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No 'one truth': history through a Web lens

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All this material serves to add a human context to the historic, and as with the general histories, narratives relate their subjects' background and experiences prior to the raid as well as after.

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The Story Menu brings everything together into a single inclusive interface which follows the saga from the 16th century to the present day. And while there's nothing to prevent the visitor from diving straight into this feature, it's a good idea to at least skim the other sections - to have a better idea of the material available. Once you have a grasp of the site's various resources, though, Story Menu is an exceptionally coherent and comprehensive tool to bring all the disparate elements together into an integrated exhibition.

Especially effective are the artist's renderings of specific events in the Deerfield record. In these cases, an interactive painting links to specific narratives as the mouse pointer rolls over various characters. To the right of the screen, the scene is described in a general context and then from the point of view of each of the five cultures by way of a tabbed interface. (As you choose a specific tab, characters from that group are spotlighted in the artwork.)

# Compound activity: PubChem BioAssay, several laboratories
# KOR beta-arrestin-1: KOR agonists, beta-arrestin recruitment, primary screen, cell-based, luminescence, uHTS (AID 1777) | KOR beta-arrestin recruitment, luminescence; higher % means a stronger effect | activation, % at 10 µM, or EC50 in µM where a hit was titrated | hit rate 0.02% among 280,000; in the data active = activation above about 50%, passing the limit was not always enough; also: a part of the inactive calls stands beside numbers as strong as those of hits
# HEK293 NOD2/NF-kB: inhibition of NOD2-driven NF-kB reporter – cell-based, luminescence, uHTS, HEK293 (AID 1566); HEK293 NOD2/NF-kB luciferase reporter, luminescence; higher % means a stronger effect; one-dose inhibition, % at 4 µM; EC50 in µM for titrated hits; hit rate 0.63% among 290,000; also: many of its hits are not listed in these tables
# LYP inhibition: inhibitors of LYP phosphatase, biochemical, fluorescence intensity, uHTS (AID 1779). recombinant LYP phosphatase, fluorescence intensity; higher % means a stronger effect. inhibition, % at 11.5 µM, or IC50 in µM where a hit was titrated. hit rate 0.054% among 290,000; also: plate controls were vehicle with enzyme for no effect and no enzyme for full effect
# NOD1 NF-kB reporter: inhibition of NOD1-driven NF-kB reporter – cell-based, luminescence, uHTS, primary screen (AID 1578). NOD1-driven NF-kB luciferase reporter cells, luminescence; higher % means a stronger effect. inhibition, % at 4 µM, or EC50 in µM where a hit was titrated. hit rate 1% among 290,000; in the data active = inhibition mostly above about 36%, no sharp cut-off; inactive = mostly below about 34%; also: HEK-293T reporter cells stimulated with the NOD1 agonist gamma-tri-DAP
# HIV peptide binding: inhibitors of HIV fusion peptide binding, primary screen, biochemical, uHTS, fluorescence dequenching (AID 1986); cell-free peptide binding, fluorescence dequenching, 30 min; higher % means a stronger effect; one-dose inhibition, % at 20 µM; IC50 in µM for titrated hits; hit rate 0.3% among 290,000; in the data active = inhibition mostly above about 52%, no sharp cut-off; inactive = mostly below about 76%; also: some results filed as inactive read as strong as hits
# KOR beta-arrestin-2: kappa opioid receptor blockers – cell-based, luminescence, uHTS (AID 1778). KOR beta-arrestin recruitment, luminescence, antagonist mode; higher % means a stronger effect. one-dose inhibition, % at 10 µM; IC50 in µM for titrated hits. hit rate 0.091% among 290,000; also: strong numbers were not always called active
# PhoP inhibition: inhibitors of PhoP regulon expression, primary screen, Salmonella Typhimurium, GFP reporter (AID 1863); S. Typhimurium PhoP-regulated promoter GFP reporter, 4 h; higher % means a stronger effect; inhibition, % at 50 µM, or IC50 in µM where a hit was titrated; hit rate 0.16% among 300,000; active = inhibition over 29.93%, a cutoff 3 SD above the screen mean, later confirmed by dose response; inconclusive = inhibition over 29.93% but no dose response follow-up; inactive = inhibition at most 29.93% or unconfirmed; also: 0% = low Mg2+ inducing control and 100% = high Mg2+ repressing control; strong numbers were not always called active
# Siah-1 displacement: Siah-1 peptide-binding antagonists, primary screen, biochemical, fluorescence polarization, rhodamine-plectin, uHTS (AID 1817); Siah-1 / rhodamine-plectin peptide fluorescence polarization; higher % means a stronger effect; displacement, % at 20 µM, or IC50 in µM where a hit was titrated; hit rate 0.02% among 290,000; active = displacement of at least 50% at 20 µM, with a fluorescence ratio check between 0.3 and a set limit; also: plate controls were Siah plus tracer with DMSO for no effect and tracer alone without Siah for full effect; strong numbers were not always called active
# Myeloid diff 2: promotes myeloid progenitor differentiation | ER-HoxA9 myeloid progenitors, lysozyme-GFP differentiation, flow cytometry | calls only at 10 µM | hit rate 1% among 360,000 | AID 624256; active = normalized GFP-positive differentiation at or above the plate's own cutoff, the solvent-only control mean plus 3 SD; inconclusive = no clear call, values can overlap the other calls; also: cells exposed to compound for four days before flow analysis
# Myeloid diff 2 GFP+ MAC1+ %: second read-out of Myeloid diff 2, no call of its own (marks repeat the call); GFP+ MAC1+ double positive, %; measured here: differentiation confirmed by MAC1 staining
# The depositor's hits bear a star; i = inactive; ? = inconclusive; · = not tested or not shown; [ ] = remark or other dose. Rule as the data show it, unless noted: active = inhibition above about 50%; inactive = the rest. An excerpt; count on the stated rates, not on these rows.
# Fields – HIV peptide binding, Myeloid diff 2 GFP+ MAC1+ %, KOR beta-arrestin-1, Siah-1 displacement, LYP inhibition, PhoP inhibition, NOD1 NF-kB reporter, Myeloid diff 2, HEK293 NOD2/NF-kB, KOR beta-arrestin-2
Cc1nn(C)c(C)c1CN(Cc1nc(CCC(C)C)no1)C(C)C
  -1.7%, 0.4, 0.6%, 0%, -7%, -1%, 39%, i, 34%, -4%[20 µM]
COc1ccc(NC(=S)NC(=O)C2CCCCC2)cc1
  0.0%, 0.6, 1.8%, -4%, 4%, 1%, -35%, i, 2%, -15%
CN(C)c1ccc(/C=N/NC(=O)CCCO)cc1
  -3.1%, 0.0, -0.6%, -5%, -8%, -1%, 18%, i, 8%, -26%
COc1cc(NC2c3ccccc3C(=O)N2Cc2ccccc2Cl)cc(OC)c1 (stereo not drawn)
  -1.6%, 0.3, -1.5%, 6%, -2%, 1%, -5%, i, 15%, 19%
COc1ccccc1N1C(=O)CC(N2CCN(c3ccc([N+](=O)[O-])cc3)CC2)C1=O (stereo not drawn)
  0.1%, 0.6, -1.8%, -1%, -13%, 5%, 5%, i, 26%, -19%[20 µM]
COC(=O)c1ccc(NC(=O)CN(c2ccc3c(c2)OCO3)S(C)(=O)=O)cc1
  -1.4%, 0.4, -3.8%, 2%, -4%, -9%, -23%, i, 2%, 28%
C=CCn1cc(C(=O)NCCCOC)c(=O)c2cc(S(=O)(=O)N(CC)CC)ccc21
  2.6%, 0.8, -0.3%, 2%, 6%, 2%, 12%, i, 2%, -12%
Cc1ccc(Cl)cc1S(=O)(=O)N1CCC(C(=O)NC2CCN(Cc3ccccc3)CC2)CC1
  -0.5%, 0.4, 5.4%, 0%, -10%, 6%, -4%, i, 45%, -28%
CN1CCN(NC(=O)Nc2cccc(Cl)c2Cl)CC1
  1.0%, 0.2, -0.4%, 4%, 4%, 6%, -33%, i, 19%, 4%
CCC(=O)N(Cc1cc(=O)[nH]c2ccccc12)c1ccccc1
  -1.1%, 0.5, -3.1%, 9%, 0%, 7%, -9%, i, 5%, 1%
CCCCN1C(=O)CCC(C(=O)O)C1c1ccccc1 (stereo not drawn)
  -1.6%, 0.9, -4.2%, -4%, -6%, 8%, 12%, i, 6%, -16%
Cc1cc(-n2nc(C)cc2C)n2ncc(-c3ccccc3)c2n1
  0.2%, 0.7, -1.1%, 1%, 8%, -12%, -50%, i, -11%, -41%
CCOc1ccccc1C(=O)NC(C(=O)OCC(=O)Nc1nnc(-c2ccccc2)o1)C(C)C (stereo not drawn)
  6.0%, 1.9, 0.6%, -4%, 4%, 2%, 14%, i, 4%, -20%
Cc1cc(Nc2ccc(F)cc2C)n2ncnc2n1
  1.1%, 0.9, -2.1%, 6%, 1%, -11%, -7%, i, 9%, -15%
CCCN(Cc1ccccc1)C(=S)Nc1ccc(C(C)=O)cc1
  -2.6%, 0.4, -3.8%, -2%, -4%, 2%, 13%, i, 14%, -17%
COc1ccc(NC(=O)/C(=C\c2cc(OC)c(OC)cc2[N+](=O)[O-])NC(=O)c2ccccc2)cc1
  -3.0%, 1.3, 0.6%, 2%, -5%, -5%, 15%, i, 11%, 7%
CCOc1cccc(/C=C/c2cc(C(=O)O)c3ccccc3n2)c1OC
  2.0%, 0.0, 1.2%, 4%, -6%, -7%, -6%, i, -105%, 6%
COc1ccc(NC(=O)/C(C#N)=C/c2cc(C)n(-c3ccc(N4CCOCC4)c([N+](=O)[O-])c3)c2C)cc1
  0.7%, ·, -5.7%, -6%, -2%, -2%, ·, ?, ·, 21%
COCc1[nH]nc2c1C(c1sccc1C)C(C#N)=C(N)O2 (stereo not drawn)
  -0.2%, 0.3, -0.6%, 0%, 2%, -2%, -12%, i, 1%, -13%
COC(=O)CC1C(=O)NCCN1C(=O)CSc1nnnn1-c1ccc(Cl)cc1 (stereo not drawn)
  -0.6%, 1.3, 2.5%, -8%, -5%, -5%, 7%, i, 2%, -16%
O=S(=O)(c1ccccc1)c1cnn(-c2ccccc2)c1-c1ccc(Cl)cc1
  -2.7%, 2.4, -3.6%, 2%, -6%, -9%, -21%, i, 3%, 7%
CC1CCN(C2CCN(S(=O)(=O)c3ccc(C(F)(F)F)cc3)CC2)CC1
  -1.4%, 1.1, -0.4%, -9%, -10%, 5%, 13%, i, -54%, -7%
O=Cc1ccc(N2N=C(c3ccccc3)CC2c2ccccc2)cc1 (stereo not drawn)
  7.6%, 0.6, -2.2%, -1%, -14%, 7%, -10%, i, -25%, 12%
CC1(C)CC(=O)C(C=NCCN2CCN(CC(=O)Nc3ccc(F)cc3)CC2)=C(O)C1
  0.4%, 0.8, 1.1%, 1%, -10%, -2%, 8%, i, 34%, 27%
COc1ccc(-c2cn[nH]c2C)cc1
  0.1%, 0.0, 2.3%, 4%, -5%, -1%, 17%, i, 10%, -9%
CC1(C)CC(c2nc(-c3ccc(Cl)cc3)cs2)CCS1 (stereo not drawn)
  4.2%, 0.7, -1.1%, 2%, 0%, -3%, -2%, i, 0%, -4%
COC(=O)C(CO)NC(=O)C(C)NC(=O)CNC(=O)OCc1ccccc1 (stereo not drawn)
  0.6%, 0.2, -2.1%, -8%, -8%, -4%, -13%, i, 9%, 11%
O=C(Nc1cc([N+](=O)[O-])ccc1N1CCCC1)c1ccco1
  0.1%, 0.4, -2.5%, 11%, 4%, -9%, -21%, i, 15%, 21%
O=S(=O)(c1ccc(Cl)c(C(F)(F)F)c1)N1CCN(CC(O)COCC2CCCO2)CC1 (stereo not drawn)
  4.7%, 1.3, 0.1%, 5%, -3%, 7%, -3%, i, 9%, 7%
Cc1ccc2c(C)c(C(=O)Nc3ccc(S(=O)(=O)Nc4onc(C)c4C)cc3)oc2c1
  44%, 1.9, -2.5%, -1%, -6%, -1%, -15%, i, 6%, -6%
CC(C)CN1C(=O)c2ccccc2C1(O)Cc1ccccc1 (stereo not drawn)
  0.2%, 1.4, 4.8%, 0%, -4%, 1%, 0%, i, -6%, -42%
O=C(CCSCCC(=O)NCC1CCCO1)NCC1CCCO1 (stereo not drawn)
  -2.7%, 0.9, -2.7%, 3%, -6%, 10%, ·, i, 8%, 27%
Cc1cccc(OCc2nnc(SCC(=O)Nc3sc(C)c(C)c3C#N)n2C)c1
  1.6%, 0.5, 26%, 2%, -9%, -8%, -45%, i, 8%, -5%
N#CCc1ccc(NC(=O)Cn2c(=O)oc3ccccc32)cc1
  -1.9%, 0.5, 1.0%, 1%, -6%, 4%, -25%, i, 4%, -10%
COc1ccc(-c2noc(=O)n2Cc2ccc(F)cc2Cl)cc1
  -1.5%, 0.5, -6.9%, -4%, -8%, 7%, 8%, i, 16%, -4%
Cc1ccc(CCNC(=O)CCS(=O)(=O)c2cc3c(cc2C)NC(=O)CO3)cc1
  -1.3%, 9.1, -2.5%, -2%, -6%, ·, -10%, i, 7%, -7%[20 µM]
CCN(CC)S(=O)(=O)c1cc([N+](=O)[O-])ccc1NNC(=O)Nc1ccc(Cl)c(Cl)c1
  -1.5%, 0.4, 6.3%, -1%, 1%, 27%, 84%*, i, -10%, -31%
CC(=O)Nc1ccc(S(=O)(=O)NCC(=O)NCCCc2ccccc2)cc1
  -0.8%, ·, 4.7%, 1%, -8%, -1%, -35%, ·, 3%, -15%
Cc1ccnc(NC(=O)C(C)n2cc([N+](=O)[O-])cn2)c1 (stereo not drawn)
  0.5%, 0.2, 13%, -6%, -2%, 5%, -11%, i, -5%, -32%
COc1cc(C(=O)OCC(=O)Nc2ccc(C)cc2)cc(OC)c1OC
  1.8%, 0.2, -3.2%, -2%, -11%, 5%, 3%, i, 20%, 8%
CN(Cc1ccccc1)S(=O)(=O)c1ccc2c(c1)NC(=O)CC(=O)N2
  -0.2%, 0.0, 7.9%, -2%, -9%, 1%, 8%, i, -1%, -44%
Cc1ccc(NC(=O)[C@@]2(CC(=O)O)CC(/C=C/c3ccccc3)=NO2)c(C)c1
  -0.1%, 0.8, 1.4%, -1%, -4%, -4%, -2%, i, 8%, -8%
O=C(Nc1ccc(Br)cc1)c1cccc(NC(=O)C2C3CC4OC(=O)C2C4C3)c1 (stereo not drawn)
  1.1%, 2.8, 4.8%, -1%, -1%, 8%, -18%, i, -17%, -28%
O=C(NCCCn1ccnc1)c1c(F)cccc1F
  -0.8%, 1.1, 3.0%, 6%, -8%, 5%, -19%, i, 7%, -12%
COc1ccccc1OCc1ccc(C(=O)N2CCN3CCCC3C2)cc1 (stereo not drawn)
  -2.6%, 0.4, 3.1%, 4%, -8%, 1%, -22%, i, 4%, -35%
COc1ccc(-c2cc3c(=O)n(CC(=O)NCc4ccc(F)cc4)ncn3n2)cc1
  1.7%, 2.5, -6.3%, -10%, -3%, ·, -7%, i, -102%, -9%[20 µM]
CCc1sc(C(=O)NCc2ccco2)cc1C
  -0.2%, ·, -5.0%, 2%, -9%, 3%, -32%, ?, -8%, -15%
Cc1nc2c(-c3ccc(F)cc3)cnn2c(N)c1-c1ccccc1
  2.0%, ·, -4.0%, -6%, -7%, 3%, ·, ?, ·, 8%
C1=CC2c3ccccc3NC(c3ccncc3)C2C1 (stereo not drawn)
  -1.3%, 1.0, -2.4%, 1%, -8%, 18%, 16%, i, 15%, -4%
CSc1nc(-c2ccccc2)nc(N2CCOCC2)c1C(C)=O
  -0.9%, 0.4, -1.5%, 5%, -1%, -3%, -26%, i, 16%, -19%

Below the paintings are popup menus of related People, Artifacts, Explanations (essays by historians) and Maps, and just in case you think you might be missing something, a "How to Use This Page" link stands by to remind you of all the options available. All of the additional features on these pages open into their own windows -as do the many links embedded in the site's text- so there's no fear of losing your place as you veer off on various tangents.

The last of the four features highlighted on the 1704 Home page, Enter the Conflict is actually one of the ten stages of the Story Menu - so if you've explored the latter, you won't need to revisit the former. On the other hand, if you're not sure whether you want to take the time for a thorough visit, "Conflict" will provide an engaging sample (and probably hook you into exploring deeper into the site).

The variety of interactive features onsite is extensive, but none of them are gimmicks - from rollovers, to audio files of native pronunciations, to interactive transcriptions of handwritten artifacts, each is used in a way that legitimately facilitates the presentation of the material. The webmasters have also included such helpful touches as reminders to activate JavaScript, information about file sizes, and the occasional low-tech alternatives to bandwidth-intensive features.

Apart from its 'edu-tainment' value, this site is an effective reminder that the Web can be used as more than just another place to park existing museum exhibits. (For those interested, a report on the creation of the site is online at Telling an Old Story in a New Way: Raid on Deerfield.) In addition, Raid on Deerfield reminds us that there are as many sides to any story as there are people involved - something worth remembering on a daily basis.

Raid on Deerfield: The Many Stories of 1704 can be found at